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Does the resolution follow the conflict and the climax in Jonathan Livingston Seagull?

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sagebeat02 | Student, Grade 9 | eNotes Newbie

Posted August 1, 2012 at 2:54 PM via web

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Does the resolution follow the conflict and the climax in Jonathan Livingston Seagull?

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stolperia | (Level 1) Educator Emeritus

Posted August 1, 2012 at 4:46 PM (Answer #1)

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The conflict in Jonathan Livingston Seagull stems from the differing opinions on the purpose of flight held by Jonathan and by the others of the Flock.

As expressed by his father, "This flying business is all very well, but you can't eat a glide, you know. Don't you forget that the reason you fly is to eat." Jonathan tried to adopt this philosophy, but failed. "I don't mind being bone and feathers, mom. I just want to know what I can do in the air and what I can't that's all. I just want to know." As a result of the inability to conform with the behavioral expectations of the Flock, Jonathan is outcast.

Away from the others, Jonathan discovers much about flight and about himself as he flies with and learns from the Chiang, the Elder Gull, Sullivan, and the others who were learning to fly at a different level. The climax of the part of Jonathan's story that is recorded in the book is probably his success at flying with perfect speed.

The trick was to know that his true nature lived, as perfect as an unwritten number, everywhere at once across space and time...Then, one day Jonathan, standing on the shore, closing his eyes, concentrating, all in a flash knew what Chiang had been telling him. "Why, that's true! I am a perfect, unlimited gull!"...He stood alone with the Elder on a totally different seashore

Jonathan reaches a resolution of the conflict that began his life when he returns to the Flock to help those who were facing the struggles he had faced.


For in spite of his lonely past, Jonathan Seagull was born to be an instructor, and his own way of demonstrating love was to give something of the truth that he had seen to a gull who asked only a chance to see truth for himself.

For Jonathan, showing his love of others by teaching them to fly and to understand their truly unlimited nature allowed him to make peace with the divisions of his past and define his life's purpose.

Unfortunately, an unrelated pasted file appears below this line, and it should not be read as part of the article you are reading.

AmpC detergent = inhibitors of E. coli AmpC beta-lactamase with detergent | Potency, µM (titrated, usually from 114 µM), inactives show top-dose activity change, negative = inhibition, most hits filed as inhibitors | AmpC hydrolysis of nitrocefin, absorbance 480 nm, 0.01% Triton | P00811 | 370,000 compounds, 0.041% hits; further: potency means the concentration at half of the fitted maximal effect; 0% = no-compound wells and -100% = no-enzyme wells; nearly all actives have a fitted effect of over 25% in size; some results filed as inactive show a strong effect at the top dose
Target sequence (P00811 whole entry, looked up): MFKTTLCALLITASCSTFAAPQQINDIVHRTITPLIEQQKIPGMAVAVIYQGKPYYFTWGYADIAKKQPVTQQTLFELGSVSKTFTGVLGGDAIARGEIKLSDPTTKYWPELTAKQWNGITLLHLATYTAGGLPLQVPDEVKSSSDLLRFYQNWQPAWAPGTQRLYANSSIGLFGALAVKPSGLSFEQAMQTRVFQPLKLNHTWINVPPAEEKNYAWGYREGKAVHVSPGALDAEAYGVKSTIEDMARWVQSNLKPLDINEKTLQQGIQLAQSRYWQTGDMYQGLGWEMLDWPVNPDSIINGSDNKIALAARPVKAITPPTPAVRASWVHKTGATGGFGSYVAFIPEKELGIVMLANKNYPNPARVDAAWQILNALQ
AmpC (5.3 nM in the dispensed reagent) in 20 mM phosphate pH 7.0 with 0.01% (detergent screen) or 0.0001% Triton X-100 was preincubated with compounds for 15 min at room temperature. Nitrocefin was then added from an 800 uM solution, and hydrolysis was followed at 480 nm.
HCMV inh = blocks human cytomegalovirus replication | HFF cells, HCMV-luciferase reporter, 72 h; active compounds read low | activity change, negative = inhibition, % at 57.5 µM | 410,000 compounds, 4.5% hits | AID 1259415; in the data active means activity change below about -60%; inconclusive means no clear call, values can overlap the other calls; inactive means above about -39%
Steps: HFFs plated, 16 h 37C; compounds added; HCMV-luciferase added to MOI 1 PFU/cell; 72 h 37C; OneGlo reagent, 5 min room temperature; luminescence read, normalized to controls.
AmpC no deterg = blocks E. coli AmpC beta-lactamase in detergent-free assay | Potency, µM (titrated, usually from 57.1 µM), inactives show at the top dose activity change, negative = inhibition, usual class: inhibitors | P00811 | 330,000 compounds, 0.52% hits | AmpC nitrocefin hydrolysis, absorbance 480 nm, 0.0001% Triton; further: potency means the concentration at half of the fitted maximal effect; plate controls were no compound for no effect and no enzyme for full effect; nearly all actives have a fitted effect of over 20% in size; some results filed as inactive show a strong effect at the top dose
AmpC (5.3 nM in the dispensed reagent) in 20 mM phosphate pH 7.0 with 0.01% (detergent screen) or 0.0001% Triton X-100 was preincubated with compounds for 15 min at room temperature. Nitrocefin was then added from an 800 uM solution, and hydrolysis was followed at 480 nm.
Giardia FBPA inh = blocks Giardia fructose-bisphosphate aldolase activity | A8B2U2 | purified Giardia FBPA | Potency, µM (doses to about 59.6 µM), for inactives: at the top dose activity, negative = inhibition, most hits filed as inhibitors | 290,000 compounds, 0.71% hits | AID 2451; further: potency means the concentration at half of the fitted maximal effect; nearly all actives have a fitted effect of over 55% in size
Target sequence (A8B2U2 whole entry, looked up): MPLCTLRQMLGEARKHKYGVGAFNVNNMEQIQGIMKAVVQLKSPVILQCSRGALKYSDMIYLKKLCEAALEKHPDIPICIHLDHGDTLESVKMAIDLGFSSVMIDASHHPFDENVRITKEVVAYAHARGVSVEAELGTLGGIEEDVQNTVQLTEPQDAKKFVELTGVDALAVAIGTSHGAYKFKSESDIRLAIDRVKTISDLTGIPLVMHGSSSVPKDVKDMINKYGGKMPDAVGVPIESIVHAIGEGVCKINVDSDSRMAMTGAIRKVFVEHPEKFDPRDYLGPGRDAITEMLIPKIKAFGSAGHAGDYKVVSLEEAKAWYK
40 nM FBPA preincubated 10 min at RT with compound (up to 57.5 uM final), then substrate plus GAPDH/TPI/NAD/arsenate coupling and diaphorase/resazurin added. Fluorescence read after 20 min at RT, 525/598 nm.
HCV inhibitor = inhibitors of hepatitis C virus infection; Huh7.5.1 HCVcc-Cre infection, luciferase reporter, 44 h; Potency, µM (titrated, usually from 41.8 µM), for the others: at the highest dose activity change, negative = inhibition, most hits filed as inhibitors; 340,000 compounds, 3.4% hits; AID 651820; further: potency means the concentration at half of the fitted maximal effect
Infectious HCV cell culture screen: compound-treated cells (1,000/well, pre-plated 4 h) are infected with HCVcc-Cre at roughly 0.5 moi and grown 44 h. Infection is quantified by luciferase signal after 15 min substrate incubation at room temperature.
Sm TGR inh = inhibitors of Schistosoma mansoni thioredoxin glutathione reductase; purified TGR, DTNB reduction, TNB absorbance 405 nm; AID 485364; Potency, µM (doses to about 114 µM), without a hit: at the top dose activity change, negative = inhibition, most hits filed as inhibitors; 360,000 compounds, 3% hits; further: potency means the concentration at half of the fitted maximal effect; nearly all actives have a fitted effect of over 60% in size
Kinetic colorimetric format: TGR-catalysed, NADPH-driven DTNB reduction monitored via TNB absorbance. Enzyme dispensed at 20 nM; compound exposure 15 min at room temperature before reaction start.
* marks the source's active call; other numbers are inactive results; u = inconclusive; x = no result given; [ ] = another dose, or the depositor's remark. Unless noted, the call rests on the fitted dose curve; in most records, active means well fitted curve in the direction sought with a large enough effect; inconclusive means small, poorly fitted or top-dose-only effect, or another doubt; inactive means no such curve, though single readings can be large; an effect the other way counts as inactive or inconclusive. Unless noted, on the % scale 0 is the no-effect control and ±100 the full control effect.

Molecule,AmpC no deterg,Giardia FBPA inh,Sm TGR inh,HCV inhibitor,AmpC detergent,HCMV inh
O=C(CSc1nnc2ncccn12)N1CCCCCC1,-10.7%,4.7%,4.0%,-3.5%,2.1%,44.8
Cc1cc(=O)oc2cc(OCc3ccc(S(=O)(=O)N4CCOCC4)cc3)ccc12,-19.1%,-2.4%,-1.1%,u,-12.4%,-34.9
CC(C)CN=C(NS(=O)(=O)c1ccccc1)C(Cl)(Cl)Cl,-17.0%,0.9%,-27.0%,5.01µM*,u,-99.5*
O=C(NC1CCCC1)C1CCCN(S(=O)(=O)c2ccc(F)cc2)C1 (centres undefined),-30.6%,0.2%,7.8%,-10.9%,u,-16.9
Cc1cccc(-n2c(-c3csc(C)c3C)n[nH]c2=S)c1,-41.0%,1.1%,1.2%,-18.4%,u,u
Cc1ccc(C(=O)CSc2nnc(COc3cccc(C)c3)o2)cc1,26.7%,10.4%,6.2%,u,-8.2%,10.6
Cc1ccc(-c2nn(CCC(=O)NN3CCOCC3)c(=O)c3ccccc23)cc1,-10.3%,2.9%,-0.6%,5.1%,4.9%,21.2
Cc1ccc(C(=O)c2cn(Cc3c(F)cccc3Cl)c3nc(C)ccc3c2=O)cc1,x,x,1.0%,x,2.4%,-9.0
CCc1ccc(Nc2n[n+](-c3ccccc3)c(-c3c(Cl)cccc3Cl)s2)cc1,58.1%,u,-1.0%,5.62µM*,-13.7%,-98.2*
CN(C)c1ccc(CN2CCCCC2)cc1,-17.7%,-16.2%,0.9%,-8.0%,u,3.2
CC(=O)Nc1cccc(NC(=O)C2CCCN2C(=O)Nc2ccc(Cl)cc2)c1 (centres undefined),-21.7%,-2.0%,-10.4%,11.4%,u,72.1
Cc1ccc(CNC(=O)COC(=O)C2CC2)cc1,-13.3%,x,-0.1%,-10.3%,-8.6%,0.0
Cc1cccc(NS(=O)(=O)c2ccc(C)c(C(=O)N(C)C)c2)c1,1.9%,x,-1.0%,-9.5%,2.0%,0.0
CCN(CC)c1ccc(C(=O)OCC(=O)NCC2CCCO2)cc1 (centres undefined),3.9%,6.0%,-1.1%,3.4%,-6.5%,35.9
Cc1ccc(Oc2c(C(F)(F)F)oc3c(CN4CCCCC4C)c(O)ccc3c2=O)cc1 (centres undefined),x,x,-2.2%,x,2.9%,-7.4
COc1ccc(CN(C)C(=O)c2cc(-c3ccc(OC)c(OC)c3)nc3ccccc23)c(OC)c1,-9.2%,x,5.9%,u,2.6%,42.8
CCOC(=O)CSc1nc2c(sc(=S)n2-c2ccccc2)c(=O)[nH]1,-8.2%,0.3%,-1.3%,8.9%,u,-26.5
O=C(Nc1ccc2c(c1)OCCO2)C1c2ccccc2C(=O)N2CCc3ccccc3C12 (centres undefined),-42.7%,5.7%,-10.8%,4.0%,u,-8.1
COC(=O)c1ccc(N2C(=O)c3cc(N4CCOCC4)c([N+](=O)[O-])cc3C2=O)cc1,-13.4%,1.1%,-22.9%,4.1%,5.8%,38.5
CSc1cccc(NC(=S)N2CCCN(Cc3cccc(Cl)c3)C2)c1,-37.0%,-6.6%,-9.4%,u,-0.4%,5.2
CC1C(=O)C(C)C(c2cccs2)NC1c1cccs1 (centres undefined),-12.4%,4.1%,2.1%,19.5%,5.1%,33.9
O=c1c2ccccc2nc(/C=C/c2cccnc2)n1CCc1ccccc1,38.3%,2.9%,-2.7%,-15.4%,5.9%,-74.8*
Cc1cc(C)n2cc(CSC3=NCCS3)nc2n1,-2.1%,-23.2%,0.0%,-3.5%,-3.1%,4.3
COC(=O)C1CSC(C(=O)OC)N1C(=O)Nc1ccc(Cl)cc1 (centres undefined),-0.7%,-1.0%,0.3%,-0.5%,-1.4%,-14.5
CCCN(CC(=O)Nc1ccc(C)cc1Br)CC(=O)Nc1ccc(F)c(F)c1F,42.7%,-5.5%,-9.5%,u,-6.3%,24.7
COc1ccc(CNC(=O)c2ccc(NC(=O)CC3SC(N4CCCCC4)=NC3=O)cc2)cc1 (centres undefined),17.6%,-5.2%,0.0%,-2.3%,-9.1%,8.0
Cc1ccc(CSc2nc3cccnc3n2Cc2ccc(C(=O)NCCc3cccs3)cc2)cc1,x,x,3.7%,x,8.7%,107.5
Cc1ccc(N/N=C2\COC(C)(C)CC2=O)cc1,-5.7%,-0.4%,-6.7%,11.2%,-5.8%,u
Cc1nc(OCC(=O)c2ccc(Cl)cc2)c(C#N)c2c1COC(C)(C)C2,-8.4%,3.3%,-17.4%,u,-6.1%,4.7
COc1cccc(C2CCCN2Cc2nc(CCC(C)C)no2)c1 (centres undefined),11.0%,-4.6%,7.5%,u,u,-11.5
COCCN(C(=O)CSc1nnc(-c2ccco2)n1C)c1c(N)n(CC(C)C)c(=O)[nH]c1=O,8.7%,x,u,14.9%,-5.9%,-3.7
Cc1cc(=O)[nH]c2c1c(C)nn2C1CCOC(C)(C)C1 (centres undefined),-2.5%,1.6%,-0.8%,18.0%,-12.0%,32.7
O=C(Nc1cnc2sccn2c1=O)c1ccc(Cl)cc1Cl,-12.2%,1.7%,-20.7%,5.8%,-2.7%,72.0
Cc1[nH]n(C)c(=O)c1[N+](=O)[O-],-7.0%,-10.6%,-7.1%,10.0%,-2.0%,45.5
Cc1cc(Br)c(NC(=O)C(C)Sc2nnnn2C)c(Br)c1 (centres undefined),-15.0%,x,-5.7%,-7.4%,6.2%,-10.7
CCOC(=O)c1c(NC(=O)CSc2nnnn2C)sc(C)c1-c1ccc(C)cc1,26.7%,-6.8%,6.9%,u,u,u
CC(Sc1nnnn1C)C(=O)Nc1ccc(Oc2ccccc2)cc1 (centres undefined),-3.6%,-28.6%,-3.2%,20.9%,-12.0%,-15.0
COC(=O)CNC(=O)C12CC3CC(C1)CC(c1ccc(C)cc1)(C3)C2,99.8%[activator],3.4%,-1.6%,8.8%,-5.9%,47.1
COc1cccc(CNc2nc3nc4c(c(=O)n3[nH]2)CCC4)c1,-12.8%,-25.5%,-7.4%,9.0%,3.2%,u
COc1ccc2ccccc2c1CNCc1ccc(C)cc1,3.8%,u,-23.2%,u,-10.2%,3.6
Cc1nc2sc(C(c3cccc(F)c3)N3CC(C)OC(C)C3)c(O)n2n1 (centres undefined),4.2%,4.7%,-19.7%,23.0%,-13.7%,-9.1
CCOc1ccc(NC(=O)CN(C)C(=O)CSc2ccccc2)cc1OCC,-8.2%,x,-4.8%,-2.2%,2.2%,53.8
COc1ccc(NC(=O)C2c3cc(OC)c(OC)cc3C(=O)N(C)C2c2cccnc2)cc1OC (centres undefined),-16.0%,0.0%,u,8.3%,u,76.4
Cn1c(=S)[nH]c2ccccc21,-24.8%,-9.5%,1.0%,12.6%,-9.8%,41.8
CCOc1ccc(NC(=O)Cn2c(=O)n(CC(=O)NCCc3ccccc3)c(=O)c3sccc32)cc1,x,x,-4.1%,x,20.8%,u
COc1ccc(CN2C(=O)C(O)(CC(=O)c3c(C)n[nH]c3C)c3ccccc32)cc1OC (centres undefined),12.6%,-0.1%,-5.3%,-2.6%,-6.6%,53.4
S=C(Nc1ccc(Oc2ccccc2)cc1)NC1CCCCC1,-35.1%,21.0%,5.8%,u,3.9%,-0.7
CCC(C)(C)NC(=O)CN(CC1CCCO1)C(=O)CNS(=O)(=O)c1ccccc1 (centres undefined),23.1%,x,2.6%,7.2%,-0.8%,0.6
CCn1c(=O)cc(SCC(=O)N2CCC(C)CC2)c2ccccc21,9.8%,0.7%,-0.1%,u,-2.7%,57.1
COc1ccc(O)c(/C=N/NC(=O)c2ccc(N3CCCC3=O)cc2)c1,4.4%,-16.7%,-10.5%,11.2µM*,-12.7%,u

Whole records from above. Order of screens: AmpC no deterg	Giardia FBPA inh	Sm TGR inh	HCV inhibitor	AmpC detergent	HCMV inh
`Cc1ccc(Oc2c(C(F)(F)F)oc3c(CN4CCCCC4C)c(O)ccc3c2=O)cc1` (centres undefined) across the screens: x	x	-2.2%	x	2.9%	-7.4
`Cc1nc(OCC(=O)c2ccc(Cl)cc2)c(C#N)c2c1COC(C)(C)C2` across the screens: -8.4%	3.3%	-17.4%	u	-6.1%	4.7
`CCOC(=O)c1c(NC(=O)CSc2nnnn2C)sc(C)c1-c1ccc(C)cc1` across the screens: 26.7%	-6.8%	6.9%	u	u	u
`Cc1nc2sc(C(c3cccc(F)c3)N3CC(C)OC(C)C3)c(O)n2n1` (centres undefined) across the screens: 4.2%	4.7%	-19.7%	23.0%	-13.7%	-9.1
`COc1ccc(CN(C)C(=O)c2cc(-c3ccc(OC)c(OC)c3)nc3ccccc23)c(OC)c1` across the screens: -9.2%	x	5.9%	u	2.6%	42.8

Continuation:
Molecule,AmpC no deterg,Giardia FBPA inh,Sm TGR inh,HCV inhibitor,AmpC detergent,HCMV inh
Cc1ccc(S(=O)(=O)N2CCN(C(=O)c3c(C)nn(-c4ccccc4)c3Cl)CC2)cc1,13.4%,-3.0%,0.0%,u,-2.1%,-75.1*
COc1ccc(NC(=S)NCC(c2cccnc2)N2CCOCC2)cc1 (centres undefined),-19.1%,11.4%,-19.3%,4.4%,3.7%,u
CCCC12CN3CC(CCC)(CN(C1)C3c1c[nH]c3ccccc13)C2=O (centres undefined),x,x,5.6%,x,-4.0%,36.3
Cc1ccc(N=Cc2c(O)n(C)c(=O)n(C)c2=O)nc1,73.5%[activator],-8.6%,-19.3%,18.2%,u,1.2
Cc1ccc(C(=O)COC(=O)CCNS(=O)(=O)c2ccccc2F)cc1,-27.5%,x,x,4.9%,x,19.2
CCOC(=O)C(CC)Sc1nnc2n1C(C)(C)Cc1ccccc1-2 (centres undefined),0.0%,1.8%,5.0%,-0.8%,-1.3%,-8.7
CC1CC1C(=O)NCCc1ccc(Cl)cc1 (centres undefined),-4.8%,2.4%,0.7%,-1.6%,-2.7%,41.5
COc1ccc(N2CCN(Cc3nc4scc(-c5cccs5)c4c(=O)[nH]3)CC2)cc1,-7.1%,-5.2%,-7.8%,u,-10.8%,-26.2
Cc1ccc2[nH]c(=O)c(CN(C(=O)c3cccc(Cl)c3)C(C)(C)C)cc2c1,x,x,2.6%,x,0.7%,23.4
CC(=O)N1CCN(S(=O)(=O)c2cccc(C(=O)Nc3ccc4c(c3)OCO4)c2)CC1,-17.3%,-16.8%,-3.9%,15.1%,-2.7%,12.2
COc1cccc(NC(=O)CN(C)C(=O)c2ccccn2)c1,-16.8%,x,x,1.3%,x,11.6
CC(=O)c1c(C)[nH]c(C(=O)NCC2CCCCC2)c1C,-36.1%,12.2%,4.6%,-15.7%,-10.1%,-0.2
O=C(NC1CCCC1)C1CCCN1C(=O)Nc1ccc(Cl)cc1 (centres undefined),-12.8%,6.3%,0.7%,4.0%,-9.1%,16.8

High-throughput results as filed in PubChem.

Yes, the resolution is found in the conclusion of the story.

Jonathan faces conflict with the Flock because he wants to fly in a different way and for different reasons than is accepted. Jonathan faces conflict with himself because he doesn't understand the ways in which the Elder Gull, Chiang, teaches him lessons about flying and, more importantly, about understanding and learning and loving. At first, all Jonathan wants to learn is how to fly - fast.

"I want to learn to fly like that," Jonathan said, and a strange light glowed in his eyes. "Tell me what to do." Chiang spoke slowly and watched the younger gull ever so carefully. "To fly as fast as thought, to anywhere that is," he said, "you must begin by knowing that you have already arrived..."

As Jonathan masters higher levels of flight, he faces his conflict with the Flock and comes to understand that he needs to return. He realizes that there may be others who are outcast, as he was, and that he needs to help them learn about flight and about love.

Jonathan Seagull was born to be an instructor, and his own way of demonstrating love was to give something of the thruth that he had seen to a gulll who asked only a chance to see truth for himself.

The resolution of the story is Jonathan's return to the Flock. As Jonathan works with Fletcher and the others, eventually leading them to return to the Flock to help more of the seagulls come to "see the real gull, the good in every one of the, and to help them see it in themselves," the conflict in Jonathan's life is resolved.

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